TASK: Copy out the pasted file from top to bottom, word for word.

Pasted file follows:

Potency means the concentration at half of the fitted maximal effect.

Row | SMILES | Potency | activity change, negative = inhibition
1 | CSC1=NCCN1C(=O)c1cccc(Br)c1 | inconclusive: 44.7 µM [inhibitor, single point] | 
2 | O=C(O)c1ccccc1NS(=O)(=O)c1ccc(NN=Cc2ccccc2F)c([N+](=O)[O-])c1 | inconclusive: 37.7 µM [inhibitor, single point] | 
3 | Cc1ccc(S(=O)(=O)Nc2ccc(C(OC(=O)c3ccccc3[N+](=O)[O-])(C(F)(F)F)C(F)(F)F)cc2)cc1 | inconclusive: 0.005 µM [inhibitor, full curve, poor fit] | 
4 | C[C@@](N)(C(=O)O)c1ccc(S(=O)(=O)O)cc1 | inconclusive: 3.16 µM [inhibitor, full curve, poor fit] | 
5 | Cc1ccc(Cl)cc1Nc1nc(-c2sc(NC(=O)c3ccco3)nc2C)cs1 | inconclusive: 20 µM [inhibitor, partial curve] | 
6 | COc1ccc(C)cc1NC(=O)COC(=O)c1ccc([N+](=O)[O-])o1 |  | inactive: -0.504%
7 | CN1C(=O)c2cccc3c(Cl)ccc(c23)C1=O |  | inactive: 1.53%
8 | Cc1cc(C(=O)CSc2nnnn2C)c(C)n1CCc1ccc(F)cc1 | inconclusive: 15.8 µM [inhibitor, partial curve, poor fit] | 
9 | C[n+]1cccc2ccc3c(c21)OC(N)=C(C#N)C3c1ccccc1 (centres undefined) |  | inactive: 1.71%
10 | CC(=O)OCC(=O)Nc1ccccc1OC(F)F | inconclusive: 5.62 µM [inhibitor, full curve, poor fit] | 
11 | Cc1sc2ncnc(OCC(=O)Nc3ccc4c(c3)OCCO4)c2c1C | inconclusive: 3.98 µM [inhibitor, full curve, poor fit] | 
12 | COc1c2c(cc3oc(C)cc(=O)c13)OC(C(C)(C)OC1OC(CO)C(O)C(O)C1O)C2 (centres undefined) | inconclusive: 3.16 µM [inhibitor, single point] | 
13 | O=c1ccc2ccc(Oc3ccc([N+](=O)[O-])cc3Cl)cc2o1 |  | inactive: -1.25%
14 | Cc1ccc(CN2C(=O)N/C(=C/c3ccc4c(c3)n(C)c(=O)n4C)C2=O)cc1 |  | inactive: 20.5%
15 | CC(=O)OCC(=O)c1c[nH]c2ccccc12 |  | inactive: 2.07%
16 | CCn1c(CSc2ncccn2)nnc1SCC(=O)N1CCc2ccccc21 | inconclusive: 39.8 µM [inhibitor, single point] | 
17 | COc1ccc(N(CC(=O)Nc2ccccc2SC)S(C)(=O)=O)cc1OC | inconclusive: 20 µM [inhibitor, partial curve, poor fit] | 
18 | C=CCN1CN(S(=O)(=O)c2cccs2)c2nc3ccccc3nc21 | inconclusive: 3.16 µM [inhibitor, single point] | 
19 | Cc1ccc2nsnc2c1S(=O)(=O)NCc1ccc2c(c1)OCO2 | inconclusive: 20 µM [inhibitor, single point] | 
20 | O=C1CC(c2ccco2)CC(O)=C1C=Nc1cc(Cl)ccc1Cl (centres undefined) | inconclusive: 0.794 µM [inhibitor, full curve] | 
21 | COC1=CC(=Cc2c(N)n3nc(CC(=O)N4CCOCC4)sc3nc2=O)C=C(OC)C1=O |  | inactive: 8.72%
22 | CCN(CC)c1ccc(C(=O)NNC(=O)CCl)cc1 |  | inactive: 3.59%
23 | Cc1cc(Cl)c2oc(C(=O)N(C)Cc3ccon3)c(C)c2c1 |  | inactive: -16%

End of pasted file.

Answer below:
Potency means the concentration at half of the fitted maximal effect.

Row | SMILES | Potency | activity change, negative = inhibition
1 | CSC1=NCCN1C(=O)c1cccc(Br)c1 | inconclusive: 44.7 µM [inhibitor, single point] | 
2 | O=C(O)c1ccccc1NS(=O)(=O)c1ccc(NN=Cc2ccccc2F)c([N+](=O)[O-])c1 | inconclusive: 37.7 µM [inhibitor, single point] | 
3 | Cc1ccc(S(=O)(=O)Nc2ccc(C(OC(=O)c3ccccc3[N+](=O)[O-])(C(F)(F)F)C(F)(F)F)cc2)cc1 | inconclusive: 0.005 µM [inhibitor, full curve, poor fit] | 
4 | C[C@@](N)(C(=O)O)c1ccc(S(=O)(=O)O)cc1 | inconclusive: 3.16 µM [inhibitor, full curve, poor fit] | 
5 | Cc1ccc(Cl)cc1Nc1nc(-c2sc(NC(=O)c3ccco3)nc2C)cs1 | inconclusive: 20 µM [inhibitor, partial curve] | 
6 | COc1ccc(C)cc1NC(=O)COC(=O)c1ccc([N+](=O)[O-])o1 |  | inactive: -0.504%
7 | CN1C(=O)c2cccc3c(Cl)ccc(c23)C1=O |  | inactive: 1.53%
8 | Cc1cc(C(=O)CSc2nnnn2C)c(C)n1CCc1ccc(F)cc1 | inconclusive: 15.8 µM [inhibitor, partial curve, poor fit] | 
9 | C[n+]1cccc2ccc3c(c21)OC(N)=C(C#N)C3c1ccccc1 (centres undefined) |  | inactive: 1.71%
10 | CC(=O)OCC(=O)Nc1ccccc1OC(F)F | inconclusive: 5.62 µM [inhibitor, full curve, poor fit] | 
11 | Cc1sc2ncnc(OCC(=O)Nc3ccc4c(c3)OCCO4)c2c1C | inconclusive: 3.98 µM [inhibitor, full curve, poor fit] | 
12 | COc1c2c(cc3oc(C)cc(=O)c13)OC(C(C)(C)OC1OC(CO)C(O)C(O)C1O)C2 (centres undefined) | inconclusive: 3.16 µM [inhibitor, single point] | 
13 | O=c1ccc2ccc(Oc3ccc([N+](=O)[O-])cc3Cl)cc2o1 |  | inactive: -1.25%
14 | Cc1ccc(CN2C(=O)N/C(=C/c3ccc4c(c3)n(C)c(=O)n4C)C2=O)cc1 |  | inactive: 20.5%
15 | CC(=O)OCC(=O)c1c[nH]c2ccccc12 |  | inactive: 2.07%
16 | CCn1c(CSc2ncccn2)nnc1SCC(=O)N1CCc2ccccc21 | inconclusive: 39.8 µM [inhibitor, single point] | 
17 | COc1ccc(N(CC(=O)Nc2ccccc2SC)S(C)(=O)=O)cc1OC | inconclusive: 20 µM [inhibitor, partial curve, poor fit] | 
18 | C=CCN1CN(S(=O)(=O)c2cccs2)c2nc3ccccc3nc21 | inconclusive: 3.16 µM [inhibitor, single point] | 
19 | Cc1ccc2nsnc2c1S(=O)(=O)NCc1ccc2c(c1)OCO2 | inconclusive: 20 µM [inhibitor, single point] | 
20 | O=C1CC(c2ccco2)CC(O)=C1C=Nc1cc(Cl)ccc1Cl (centres undefined) | inconclusive: 0.794 µM [inhibitor, full curve] | 
21 | COC1=CC(=Cc2c(N)n3nc(CC(=O)N4CCOCC4)sc3nc2=O)C=C(OC)C1=O |  | inactive: 8.72%
22 | CCN(CC)c1ccc(C(=O)NNC(=O)CCl)cc1 |  | inactive: 3.59%
23 | Cc1cc(Cl)c2oc(C(=O)N(C)Cc3ccon3)c(C)c2c1 |  | inactive: -16%